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Some arguments never die. The question “Is abstract art valid” raised its head again some time ago while I was doing a bit of art travel, heading down to Windsor, Ontario, for the opening of my late father’s exhibition The Optimism of Colour: William Perehudoff, a retrospective.
Two other shows opened at the Art Gallery of Windsor on Friday night, John Kissick’s A Nervous Decade and an exhibition by Luanne Martineau. On Saturday there was a panel discussion with critics Roald Nasgaard and Karen Wilkin.
I’ve been caught in the middle of this conversation for years, as both the daughter of an abstract artist and as a former grad student studying visual art when conceptual artist Jenny Holzer ruled the art roost and my fellow masters students and I wanted truisms like ‘Nothing to Lose’ and ‘Good and Evil’ flashing over our studios in a lit up sign created from metal and light emitting diode units.
What I have learned, through the discussion after my father’s show, through my own stays at the Banff Centre of the Arts as a visual artist, and in my days at art school, is that abstract art is not valid.
1) Abstract art is too safe … just something to hang over the couch in a middle-class home.
Granted, it is safer to have an abstract painting hanging over the couch than having, say, a pickled calf with gold horns and hooves like The Golden Calf by superstar conceptual artist Damien Hirst over your sofa, but considering the calf sold for £10.3 million at auction, I wouldn’t say going the pickled calf route is any cheaper.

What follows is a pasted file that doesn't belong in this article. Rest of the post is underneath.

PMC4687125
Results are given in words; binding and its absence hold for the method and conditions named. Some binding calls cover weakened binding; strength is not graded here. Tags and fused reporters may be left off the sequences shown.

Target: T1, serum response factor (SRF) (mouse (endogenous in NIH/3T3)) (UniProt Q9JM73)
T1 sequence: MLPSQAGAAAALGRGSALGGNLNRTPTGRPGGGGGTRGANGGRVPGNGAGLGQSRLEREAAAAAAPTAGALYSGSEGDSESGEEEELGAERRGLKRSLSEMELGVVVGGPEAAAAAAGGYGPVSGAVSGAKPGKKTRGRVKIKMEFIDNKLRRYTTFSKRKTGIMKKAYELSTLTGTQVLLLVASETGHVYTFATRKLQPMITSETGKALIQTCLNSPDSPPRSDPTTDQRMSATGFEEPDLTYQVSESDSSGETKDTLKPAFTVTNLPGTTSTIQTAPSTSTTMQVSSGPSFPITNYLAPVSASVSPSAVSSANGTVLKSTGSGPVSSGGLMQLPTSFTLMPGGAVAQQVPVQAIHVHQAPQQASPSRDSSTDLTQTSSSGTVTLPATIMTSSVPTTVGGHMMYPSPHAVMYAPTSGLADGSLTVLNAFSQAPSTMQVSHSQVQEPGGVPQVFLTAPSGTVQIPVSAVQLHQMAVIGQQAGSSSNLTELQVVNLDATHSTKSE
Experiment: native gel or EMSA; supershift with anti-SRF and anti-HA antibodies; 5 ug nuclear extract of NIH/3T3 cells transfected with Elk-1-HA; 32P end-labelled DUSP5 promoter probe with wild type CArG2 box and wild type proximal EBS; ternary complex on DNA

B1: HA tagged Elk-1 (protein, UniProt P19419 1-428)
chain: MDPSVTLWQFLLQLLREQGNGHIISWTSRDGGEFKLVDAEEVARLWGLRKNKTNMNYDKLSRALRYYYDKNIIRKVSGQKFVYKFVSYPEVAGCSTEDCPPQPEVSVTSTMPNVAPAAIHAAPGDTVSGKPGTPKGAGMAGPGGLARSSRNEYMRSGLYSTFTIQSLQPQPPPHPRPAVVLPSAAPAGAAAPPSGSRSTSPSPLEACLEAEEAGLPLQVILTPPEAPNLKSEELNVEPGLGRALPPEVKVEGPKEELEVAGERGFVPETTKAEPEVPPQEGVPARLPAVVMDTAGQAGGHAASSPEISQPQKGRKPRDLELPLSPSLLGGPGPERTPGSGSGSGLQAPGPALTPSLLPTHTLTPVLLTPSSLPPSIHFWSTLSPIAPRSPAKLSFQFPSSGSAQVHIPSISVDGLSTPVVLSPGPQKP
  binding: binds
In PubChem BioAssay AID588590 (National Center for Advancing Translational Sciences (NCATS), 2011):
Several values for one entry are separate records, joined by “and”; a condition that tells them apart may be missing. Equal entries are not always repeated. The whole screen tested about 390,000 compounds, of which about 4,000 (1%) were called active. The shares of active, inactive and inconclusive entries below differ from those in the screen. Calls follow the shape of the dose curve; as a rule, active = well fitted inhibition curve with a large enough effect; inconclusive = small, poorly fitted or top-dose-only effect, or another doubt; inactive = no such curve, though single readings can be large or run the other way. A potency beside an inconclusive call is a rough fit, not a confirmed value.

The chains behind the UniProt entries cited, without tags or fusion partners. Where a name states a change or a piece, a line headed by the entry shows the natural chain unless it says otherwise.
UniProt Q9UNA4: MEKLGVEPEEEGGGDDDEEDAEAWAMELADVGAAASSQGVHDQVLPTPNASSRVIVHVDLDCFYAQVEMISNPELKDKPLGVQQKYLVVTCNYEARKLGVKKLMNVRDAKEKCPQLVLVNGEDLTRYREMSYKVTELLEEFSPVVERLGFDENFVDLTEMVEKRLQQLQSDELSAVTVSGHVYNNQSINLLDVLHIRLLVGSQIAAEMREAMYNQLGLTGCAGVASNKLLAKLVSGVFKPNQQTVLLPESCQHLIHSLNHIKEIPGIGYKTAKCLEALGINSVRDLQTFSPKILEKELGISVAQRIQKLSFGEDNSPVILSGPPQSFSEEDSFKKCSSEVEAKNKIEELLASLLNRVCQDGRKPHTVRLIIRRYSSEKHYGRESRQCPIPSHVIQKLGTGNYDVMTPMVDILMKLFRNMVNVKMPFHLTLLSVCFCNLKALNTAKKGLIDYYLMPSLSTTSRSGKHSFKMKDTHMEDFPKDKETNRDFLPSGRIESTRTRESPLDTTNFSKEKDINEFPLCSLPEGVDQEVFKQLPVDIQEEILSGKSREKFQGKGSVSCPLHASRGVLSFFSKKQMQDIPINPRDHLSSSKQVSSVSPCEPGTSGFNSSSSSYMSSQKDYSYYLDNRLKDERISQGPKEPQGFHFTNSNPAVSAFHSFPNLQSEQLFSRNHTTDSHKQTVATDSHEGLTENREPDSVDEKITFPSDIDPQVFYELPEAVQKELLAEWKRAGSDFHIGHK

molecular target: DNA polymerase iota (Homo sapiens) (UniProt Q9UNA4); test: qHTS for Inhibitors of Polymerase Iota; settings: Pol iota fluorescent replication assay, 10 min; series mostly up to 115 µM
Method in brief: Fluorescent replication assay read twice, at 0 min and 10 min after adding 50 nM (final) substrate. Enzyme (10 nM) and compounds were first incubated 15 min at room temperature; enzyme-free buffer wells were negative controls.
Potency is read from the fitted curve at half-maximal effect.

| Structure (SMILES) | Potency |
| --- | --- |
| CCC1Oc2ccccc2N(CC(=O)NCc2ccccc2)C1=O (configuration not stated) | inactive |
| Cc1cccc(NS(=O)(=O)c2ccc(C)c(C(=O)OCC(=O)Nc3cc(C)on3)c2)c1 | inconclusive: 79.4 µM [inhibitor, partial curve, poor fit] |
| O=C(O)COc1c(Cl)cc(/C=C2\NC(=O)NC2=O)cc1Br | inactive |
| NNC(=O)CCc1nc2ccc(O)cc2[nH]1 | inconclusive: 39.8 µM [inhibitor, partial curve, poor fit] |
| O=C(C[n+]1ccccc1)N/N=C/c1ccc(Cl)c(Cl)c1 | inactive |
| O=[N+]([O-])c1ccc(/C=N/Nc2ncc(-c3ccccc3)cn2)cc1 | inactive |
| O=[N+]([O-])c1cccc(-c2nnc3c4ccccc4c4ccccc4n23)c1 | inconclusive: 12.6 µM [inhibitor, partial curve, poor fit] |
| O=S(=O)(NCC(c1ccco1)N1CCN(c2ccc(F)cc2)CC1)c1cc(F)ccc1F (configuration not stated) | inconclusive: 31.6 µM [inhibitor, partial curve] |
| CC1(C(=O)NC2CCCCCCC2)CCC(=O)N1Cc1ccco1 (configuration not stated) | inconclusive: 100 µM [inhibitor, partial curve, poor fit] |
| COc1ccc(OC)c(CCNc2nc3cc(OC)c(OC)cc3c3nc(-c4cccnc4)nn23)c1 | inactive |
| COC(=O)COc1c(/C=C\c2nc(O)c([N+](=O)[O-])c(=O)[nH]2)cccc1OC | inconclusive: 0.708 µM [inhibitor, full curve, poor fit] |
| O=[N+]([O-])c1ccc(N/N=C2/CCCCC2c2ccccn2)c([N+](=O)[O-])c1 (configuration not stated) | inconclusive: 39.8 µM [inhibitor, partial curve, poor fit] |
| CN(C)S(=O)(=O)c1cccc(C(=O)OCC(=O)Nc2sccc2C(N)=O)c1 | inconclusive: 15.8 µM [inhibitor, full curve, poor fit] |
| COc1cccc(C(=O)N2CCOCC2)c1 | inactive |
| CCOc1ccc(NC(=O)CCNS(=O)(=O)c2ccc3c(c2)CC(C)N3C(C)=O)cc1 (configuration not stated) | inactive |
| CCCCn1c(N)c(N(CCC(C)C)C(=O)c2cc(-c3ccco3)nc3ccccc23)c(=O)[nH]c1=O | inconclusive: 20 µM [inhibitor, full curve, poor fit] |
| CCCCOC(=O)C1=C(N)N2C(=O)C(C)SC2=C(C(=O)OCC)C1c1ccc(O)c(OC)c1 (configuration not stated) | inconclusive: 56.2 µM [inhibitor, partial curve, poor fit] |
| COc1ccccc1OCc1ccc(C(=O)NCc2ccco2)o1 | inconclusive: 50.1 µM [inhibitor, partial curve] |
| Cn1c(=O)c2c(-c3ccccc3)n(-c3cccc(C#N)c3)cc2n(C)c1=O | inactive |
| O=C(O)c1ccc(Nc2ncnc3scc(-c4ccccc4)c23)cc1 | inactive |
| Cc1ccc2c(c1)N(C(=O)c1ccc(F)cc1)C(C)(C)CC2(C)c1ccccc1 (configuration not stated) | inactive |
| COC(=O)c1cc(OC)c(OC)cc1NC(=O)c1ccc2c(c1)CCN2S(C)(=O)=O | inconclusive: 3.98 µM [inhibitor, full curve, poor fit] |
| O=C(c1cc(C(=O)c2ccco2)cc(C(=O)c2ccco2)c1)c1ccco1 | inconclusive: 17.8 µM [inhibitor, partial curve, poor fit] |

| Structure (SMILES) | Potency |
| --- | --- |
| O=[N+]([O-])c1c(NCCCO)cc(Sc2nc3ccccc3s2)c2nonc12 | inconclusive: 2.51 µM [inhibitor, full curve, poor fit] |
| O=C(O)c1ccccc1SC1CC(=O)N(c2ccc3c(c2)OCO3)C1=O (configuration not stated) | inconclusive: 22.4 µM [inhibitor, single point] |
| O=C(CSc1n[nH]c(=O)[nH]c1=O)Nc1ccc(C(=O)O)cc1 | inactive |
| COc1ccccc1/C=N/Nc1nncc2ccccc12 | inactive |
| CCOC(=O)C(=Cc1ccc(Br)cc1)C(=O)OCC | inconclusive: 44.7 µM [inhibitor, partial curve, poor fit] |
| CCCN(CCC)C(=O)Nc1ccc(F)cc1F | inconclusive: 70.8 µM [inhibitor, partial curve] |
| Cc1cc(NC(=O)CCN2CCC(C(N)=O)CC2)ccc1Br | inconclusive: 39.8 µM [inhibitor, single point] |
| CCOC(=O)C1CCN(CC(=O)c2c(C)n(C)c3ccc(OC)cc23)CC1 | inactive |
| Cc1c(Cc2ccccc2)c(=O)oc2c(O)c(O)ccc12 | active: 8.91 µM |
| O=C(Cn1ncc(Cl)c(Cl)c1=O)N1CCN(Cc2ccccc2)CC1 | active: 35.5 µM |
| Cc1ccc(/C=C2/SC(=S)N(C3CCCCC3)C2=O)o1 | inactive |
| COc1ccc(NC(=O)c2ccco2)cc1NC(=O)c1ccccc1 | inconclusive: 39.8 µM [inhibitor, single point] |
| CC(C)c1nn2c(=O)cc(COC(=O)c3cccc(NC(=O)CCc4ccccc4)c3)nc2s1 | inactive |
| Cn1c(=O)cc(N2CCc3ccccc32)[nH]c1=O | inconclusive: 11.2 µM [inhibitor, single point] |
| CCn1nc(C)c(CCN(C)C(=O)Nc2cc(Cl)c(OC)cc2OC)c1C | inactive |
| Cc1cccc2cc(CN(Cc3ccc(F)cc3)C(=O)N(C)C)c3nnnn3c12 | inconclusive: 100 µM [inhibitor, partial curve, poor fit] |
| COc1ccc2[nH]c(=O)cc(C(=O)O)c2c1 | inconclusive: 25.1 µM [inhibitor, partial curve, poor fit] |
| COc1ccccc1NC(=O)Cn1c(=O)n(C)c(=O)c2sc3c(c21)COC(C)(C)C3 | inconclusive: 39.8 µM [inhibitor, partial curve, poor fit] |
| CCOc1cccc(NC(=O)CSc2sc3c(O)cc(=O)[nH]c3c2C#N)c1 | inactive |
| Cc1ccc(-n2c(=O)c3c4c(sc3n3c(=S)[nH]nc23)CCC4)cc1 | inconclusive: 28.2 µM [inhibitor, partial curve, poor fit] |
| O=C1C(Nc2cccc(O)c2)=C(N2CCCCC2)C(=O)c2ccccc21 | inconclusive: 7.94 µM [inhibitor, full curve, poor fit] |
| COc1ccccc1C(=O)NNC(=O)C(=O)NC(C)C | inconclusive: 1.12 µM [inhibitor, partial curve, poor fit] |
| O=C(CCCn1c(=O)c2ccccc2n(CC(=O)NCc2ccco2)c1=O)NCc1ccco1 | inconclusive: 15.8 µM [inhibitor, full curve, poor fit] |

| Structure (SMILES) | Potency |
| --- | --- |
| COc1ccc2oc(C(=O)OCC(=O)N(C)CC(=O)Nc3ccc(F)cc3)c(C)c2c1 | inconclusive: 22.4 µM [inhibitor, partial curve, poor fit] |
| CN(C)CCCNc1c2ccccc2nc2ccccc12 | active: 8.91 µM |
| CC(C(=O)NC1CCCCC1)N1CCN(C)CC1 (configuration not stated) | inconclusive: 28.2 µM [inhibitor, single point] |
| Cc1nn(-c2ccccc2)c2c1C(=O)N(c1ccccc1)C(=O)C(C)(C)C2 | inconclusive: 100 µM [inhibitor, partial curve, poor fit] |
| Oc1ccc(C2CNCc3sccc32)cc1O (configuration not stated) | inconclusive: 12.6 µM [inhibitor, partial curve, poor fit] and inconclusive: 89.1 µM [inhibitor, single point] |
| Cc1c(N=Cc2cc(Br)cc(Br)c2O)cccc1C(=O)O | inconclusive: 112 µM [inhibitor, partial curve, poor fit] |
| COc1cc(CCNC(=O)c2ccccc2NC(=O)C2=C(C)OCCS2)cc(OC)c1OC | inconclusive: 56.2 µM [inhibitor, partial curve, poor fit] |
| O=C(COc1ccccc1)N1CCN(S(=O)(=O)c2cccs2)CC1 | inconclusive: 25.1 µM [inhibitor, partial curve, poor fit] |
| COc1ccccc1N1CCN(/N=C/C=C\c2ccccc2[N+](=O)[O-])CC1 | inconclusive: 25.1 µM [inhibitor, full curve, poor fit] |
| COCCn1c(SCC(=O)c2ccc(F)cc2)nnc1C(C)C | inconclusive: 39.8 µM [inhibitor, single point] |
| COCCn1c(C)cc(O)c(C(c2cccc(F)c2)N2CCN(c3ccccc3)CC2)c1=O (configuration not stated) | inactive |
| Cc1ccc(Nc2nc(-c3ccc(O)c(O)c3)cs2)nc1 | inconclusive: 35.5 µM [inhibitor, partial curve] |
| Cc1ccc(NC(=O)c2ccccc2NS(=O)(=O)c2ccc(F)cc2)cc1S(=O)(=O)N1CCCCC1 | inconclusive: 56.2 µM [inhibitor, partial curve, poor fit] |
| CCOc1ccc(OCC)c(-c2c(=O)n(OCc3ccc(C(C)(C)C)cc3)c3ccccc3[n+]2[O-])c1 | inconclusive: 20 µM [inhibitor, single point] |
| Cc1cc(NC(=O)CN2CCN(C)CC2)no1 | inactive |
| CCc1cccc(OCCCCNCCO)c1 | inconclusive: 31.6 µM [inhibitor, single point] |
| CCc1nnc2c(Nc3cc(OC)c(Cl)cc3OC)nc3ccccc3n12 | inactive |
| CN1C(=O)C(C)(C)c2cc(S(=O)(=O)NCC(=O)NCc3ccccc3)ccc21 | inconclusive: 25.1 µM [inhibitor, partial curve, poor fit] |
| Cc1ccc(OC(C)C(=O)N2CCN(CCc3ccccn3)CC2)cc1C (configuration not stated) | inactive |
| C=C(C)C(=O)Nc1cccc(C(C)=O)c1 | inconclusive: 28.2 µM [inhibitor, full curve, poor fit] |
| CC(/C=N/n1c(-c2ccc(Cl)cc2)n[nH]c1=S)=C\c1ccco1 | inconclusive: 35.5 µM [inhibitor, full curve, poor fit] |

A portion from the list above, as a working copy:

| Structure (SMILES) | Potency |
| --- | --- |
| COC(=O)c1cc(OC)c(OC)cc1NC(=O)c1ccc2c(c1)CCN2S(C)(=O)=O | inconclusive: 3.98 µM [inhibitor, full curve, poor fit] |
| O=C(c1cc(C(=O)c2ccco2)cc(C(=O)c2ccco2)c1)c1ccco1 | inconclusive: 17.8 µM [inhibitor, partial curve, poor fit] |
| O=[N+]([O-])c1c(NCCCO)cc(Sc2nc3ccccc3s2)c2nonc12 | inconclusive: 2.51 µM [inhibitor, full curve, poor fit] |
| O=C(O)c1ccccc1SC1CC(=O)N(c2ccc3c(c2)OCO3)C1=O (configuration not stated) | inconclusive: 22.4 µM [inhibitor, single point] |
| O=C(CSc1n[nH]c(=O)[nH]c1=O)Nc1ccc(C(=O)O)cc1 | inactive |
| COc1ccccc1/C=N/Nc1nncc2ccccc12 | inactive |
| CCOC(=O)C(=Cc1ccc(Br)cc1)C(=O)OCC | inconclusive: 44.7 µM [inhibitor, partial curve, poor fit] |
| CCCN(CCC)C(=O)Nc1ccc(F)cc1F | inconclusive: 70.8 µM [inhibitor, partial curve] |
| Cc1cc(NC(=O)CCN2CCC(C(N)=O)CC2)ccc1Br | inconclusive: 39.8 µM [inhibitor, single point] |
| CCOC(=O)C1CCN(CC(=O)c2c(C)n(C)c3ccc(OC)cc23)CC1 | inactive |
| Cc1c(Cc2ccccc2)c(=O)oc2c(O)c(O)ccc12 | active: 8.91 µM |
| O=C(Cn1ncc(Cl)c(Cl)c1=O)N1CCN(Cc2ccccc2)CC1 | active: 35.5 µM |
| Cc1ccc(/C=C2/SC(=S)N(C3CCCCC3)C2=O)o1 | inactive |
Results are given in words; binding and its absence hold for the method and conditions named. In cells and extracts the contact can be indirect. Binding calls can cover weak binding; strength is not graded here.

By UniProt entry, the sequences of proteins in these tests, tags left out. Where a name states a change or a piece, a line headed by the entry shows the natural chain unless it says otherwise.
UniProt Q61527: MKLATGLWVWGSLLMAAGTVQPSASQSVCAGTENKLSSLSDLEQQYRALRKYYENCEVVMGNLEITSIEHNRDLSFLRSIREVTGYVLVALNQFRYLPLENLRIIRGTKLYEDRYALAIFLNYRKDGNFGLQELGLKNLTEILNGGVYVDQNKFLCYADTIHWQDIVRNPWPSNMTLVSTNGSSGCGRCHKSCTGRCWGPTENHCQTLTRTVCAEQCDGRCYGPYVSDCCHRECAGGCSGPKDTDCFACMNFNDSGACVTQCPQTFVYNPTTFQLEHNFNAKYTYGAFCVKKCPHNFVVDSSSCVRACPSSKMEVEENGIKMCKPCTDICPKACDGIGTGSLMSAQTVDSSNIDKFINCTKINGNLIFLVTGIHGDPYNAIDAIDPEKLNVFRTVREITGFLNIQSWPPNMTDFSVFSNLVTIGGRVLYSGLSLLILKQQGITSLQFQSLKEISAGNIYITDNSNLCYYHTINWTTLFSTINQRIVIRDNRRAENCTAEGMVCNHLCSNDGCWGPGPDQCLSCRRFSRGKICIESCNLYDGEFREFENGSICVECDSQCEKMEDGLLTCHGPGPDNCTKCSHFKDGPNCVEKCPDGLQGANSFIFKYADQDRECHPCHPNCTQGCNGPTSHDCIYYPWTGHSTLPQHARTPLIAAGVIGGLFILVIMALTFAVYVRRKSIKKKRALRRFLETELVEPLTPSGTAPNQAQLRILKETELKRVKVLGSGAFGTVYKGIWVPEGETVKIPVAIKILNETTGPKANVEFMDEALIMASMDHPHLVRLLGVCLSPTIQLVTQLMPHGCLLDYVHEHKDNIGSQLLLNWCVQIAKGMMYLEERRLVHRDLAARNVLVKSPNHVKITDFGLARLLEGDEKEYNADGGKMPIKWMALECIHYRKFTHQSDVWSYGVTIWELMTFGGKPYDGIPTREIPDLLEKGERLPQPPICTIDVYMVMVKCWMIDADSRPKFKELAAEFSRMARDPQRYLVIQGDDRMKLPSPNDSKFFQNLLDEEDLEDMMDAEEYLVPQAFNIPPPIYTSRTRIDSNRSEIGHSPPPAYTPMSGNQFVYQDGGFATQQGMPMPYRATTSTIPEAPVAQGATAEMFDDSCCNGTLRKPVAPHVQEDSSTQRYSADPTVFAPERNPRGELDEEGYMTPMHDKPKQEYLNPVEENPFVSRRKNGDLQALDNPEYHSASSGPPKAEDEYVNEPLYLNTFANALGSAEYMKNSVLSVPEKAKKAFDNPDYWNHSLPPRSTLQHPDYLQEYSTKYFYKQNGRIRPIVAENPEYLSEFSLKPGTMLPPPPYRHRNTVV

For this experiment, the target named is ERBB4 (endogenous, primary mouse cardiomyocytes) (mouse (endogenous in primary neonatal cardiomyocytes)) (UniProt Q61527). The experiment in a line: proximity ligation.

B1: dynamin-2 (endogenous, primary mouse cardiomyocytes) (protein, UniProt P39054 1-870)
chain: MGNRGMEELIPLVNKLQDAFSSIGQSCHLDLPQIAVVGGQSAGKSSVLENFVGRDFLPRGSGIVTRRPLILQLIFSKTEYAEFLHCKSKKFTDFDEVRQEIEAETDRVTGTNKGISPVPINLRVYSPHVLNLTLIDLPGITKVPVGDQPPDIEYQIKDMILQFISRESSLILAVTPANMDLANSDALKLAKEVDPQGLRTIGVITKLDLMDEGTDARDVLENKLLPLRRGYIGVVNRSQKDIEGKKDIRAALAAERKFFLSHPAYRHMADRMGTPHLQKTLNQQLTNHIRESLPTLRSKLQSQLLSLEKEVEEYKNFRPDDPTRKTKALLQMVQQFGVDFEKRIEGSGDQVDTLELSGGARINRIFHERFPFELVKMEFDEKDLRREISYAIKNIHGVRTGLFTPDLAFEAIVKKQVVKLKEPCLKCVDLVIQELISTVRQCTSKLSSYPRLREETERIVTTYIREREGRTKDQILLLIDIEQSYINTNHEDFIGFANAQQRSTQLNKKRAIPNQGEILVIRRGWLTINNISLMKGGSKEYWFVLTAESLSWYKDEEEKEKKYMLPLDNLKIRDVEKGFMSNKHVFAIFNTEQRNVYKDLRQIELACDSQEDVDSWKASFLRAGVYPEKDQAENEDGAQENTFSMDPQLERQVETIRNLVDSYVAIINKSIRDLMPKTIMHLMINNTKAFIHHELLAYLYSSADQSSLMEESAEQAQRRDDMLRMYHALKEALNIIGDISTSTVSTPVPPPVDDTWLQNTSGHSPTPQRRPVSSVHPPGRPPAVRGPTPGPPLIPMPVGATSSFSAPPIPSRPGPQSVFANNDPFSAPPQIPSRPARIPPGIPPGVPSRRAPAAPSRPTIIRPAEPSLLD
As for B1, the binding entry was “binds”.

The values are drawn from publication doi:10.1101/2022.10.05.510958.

Of course by ‘safe’ – what is really meant is that abstract art doesn’t stretch the imagination, it doesn’t cause offence. It’s not going to shake up your perception of life, philosophy or creativity.
That’s the argument from one side. Let’s call them The Progressives, those who are more than ready to leave abstract art behind and move on to new art movements.
On the other side are the people who don’t think abstract art is valid at all, not because the world has moved on, but because it shouldn’t have left realism to start with.
Think of art as a linear series of movements, links in a chain if you will. (Of course, art is more like a tree, with roots, branches, nests and clambering squirrels, but for now we need to simplify.) Like every art movement, it seems, there is a struggle for dominance between what has been left behind and what comes after it.
Personally, as someone stuck in the middle of the pro/con abstract art argument since forever, I’ve never understood why there isn’t room for all art movements. I agree, however, that there are valid reasons to look at art with a critical eye.
2) Abstract art is too large and therefore unaccessible.
This is one of the stranger criticisms I’ve heard about Abstract Expressionist paintings. That abstract paintings are so monumental they cannot fit into an average home and so are out of reach to the average middle-class person.
Some are, some aren’t.
My father’s best work, in my opinion, is when he allowed himself – and had the space – to paint huge works on canvas.
Personally, I feel enriched by monumentality in many things: mountains; soaring Gothic cathedral – their ceilings so high they seem to defy gravity; and, yes, large works of art.
I’m happy to see monumental paintings in art galleries even though I can’t hang one in my home. I like the feeling of power they create, the sense they have swelled and taken on a life of their own.
In my father’s case, I think his urge to paint large has something to do with his prairie roots: big sky, big plains … and a big attitude towards creating.
I don’t believe William Perehudoff ever thought of himself as a regional painter. This is possibly because, coming off a farm from a Russian Doukhobor heritage, where poverty was ever present and formal eduction was scant, he didn’t know enough about elitist art attitudes to lock himself into that cage.
Then, when he dove into learning as much as he could about art – something that would become a lifelong passion – he simply gave that cage a glance and walked by it.